Controversy surrounding farming methods
In terms of its forests and the resources provided, Myanmar is considered to be relatively rich despite the controversy surrounding the country due to its varying farming methods. Myanmar adopted a farming method known as slash-and-burning, which involves setting fire to areas of forests in order to create fields in which crops can be cultivated. Once the nutrients have been used from the specified field, the land is abandoned to allow it to grow freely. This can be viewed as controversial as it is seen as a process of deforestation which causes soil erosion. However, counter arguments are given that slash-and-burning is better than other farming methods as the land is not destroyed after use. Nevertheless, the government has increased attempts to try to regulate farming methods. Despite the arguments the area of reserved forests has steadily increased.
Not only does Myanmar produce high volumes of crops, it also produces livestock – for food and labor purposes and is reliant on fishing. Consequently, both sectors have experienced increased GDP contributions up to 2018. Fishing is an integral industry throughout the country, as fish remains a vital source of protein for the population, as well as being a part of Myanmar’s typical cuisine. Usual fishing methods involve trawling, in which a fishing net is pulled behind a boat in the water to catch large amounts of fish. As a step to increase the number of fish caught, the government tried to encourage deep-sea-fishing during the 1980s.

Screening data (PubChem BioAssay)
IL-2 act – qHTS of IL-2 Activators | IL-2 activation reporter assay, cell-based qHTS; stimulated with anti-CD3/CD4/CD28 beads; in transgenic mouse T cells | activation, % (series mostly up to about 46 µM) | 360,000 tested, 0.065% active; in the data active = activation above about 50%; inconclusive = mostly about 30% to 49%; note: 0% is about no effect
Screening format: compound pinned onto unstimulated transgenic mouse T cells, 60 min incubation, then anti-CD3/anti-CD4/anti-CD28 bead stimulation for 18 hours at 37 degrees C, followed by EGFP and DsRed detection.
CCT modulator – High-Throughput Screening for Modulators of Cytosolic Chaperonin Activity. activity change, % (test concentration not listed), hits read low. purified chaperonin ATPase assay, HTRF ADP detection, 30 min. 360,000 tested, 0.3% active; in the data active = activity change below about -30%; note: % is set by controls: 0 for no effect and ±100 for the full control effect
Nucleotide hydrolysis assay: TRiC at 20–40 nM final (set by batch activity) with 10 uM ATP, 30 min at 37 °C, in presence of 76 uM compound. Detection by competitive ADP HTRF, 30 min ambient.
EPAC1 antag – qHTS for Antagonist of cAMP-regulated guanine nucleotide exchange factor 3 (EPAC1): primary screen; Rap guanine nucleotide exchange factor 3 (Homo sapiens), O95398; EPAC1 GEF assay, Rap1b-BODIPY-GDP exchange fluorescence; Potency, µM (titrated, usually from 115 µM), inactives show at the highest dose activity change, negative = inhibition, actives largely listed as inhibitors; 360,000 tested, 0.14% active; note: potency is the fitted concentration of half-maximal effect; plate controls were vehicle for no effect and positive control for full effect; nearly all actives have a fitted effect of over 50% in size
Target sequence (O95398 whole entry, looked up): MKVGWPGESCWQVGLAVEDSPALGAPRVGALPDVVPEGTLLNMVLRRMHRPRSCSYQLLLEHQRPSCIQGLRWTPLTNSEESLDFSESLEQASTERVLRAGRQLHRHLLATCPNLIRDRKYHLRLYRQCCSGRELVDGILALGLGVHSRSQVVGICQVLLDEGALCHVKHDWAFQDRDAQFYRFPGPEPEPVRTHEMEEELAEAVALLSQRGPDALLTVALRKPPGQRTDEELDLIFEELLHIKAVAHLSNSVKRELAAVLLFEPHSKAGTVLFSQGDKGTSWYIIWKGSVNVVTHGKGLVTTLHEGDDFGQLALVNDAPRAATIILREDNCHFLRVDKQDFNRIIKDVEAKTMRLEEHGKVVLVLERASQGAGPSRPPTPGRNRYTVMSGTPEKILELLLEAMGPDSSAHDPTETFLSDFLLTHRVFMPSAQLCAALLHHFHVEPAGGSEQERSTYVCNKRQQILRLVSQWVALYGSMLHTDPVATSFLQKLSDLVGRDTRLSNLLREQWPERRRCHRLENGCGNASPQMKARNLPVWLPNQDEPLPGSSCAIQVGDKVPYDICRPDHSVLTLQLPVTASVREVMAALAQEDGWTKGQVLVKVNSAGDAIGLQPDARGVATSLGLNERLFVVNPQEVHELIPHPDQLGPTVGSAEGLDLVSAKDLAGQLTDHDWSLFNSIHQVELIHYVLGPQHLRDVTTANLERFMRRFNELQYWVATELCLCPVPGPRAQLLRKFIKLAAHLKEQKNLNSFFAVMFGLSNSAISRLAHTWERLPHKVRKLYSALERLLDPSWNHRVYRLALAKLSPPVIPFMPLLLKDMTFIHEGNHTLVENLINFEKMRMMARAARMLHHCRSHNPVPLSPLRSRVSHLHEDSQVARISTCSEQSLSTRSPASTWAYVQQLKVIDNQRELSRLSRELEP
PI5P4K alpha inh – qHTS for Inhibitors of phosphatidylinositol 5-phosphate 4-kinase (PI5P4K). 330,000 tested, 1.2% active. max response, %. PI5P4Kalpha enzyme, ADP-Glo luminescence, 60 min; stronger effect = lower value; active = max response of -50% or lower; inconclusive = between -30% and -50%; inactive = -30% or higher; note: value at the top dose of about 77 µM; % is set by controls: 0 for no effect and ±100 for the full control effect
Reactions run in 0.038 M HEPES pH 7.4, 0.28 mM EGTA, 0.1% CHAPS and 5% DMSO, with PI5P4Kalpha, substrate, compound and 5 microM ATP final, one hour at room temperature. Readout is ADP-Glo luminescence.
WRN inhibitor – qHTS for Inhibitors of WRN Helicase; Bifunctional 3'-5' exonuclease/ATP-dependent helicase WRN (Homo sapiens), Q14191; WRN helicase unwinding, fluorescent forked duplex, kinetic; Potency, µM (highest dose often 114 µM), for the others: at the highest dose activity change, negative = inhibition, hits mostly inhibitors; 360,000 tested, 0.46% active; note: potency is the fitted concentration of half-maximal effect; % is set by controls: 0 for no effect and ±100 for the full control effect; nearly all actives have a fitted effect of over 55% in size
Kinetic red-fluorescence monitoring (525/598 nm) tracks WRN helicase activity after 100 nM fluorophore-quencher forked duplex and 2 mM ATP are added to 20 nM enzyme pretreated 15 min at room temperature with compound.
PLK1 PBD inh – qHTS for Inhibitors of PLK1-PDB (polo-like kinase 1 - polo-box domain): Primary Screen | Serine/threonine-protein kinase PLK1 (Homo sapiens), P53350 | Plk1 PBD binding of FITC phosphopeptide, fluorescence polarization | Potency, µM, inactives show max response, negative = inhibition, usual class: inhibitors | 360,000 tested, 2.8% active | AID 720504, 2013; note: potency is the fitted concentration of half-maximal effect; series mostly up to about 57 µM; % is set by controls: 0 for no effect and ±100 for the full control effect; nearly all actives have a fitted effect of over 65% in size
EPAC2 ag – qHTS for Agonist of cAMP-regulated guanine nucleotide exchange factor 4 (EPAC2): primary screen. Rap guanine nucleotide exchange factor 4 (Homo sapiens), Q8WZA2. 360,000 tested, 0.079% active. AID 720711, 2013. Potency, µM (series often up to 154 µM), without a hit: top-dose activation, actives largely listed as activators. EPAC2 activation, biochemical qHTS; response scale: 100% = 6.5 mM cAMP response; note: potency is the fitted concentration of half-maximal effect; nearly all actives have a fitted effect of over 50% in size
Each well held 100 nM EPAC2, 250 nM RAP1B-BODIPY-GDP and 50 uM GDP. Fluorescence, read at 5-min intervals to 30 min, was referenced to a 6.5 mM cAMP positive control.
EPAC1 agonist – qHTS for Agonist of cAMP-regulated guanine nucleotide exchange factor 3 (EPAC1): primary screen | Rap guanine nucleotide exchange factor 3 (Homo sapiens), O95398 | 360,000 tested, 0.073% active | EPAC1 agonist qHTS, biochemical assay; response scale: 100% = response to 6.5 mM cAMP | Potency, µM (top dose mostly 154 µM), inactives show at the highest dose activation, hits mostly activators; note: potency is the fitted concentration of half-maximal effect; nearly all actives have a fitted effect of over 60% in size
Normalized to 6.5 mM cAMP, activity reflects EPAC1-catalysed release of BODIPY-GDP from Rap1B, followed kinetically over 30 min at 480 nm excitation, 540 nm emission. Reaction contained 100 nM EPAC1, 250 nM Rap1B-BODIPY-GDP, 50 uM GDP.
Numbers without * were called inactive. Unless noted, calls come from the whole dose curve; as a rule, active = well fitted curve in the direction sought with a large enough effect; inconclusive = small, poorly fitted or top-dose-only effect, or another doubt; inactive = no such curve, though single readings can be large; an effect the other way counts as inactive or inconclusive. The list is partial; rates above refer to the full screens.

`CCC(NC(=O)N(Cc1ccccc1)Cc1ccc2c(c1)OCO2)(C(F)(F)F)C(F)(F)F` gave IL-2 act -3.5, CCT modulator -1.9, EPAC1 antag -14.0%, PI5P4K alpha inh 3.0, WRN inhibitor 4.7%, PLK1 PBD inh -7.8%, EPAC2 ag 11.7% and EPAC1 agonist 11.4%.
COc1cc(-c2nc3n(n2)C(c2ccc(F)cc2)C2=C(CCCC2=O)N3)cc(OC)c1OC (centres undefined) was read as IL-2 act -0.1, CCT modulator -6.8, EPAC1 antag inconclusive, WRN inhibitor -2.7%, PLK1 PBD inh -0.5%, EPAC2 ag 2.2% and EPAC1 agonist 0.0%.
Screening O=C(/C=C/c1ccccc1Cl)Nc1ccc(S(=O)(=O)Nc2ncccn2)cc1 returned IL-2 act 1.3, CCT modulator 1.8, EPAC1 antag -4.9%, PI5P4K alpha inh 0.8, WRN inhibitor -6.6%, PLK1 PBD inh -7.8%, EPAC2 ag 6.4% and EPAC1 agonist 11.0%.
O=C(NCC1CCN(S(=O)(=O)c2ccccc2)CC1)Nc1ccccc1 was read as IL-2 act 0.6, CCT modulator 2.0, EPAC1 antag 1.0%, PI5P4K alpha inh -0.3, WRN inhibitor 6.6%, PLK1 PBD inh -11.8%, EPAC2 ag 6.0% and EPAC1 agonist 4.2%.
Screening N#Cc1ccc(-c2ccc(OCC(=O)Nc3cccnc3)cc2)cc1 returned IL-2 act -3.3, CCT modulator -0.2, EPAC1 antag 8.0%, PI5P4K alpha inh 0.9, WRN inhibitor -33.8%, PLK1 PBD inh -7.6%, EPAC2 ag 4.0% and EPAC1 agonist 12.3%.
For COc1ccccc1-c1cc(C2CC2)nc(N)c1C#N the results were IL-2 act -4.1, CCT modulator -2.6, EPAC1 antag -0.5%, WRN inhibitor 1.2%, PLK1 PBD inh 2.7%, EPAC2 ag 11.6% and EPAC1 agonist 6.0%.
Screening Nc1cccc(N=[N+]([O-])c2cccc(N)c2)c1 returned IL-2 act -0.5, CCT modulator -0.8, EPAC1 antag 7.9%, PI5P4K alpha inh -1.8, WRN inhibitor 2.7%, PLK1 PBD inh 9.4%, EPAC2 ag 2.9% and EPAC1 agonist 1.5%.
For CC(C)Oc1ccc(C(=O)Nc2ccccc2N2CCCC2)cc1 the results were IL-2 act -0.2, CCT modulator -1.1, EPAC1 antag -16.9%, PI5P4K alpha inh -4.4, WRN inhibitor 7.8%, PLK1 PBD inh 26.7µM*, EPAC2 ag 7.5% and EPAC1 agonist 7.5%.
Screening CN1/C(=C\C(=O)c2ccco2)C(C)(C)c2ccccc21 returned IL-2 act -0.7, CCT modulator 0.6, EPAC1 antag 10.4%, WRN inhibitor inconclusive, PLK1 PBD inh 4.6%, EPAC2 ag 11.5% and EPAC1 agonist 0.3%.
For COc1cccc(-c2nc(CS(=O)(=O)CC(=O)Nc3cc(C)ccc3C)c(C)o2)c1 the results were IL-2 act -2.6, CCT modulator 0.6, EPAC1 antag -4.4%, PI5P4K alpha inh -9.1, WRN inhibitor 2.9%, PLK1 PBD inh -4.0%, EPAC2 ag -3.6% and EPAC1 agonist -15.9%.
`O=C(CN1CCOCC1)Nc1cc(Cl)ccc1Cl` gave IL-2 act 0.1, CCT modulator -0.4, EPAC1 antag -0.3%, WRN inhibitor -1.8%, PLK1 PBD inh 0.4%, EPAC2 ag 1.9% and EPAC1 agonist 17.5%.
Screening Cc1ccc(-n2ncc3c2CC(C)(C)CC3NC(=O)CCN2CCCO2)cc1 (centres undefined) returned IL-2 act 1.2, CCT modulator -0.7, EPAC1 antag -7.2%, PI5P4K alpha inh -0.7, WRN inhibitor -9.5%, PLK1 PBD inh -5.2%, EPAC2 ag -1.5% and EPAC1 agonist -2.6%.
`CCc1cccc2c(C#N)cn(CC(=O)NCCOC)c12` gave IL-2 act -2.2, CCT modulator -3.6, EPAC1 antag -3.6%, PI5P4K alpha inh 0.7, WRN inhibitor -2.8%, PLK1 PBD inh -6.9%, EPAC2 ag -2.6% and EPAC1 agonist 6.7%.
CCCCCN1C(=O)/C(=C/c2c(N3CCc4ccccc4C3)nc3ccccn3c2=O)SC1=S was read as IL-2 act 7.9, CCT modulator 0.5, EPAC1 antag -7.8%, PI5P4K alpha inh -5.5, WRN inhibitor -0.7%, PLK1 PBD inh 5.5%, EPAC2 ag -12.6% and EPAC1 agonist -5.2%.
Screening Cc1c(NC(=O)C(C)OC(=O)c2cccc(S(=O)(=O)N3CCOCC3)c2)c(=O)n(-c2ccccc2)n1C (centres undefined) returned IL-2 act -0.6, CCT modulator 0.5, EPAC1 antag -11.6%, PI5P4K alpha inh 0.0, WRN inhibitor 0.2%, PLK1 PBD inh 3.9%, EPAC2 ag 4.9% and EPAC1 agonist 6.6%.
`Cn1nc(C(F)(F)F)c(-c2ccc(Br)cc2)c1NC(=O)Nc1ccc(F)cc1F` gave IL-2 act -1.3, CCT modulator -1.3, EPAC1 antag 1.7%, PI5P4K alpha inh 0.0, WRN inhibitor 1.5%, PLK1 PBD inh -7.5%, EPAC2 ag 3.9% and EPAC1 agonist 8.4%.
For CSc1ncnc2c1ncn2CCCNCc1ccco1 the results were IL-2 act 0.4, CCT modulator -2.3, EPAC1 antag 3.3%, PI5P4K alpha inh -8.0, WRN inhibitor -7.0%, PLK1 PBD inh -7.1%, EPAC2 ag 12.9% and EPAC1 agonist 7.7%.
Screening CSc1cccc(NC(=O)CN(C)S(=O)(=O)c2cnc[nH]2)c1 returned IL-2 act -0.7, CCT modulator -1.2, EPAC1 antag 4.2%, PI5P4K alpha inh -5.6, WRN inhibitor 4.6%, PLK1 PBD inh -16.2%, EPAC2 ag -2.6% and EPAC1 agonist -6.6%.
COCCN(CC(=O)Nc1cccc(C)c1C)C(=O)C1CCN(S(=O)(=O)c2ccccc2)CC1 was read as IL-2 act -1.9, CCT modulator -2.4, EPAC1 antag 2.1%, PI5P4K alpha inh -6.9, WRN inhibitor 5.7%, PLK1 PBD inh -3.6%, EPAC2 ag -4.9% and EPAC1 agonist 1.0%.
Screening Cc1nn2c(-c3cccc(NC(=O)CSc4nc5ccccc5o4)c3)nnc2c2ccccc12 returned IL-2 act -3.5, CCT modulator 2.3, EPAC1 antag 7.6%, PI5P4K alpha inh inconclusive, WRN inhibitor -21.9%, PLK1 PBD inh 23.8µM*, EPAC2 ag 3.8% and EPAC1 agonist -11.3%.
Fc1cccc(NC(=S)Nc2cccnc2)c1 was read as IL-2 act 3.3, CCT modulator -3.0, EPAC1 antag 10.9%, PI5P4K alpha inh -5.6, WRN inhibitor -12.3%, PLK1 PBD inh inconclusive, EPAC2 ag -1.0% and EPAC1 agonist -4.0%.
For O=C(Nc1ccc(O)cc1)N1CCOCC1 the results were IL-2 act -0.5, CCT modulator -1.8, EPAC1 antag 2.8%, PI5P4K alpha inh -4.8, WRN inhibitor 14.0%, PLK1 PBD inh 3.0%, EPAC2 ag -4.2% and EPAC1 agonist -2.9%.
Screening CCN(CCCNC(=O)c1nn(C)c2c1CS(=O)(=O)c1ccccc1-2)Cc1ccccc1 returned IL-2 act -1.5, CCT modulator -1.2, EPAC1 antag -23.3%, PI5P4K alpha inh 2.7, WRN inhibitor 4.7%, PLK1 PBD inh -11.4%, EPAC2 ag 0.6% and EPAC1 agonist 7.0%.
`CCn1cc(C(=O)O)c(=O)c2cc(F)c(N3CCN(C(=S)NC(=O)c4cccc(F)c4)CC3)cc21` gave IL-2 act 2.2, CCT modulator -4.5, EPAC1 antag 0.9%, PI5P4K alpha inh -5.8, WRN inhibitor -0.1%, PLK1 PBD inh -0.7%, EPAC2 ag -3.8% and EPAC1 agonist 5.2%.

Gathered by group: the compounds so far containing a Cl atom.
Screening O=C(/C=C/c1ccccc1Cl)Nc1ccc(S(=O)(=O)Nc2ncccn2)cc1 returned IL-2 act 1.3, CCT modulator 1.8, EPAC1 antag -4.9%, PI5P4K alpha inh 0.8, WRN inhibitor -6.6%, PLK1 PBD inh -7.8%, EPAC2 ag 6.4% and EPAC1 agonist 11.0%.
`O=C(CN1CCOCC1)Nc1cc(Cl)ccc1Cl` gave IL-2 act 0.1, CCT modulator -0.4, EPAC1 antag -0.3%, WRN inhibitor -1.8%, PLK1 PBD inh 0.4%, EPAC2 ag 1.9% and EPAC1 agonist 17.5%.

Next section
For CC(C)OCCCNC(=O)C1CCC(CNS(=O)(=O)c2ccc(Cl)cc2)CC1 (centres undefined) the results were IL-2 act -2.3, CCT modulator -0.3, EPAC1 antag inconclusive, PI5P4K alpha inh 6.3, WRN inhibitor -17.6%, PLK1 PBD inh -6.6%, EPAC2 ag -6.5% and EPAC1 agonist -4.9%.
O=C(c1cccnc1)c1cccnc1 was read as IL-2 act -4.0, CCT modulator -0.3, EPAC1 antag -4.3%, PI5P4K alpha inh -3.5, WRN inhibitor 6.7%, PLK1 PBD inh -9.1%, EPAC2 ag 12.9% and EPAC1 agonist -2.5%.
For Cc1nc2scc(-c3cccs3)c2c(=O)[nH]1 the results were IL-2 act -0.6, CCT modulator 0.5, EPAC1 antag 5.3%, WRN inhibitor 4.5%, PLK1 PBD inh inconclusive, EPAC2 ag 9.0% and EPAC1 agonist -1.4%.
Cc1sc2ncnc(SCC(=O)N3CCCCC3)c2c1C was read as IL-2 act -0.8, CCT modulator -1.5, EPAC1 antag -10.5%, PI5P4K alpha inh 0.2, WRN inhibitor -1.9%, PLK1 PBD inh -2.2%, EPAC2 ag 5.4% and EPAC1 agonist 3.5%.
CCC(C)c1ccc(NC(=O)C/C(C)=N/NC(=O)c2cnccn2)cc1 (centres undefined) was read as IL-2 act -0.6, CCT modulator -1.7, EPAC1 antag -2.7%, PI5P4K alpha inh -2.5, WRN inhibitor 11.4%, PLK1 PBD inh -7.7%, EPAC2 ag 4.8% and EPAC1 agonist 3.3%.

The future of agriculture
As Southeast Asia becomes more technologically developed and Myanmar recovers from its past economic struggles, there has been speculation of whether Myanmar will also transition from agriculture to industry. It is clear that the agriculture sector has suffered in Myanmar recently, adding an unusually low contribution towards the country’s GDP in 2018. While the GDP contributions from the industry and services sector were significantly higher than agriculture, they also suffered in 2018, with the GDP amounting to approximately a third of the GDP value of the previous year. However, there have been suggestions that Myanmar could well in fact quadruple its economy by 2030, if it were to increase investments into more technological industries. If the country is to continue to rely on agriculture as a crucial economic sector, then it may have to address the problems within the sector by upgrading its agricultural methods.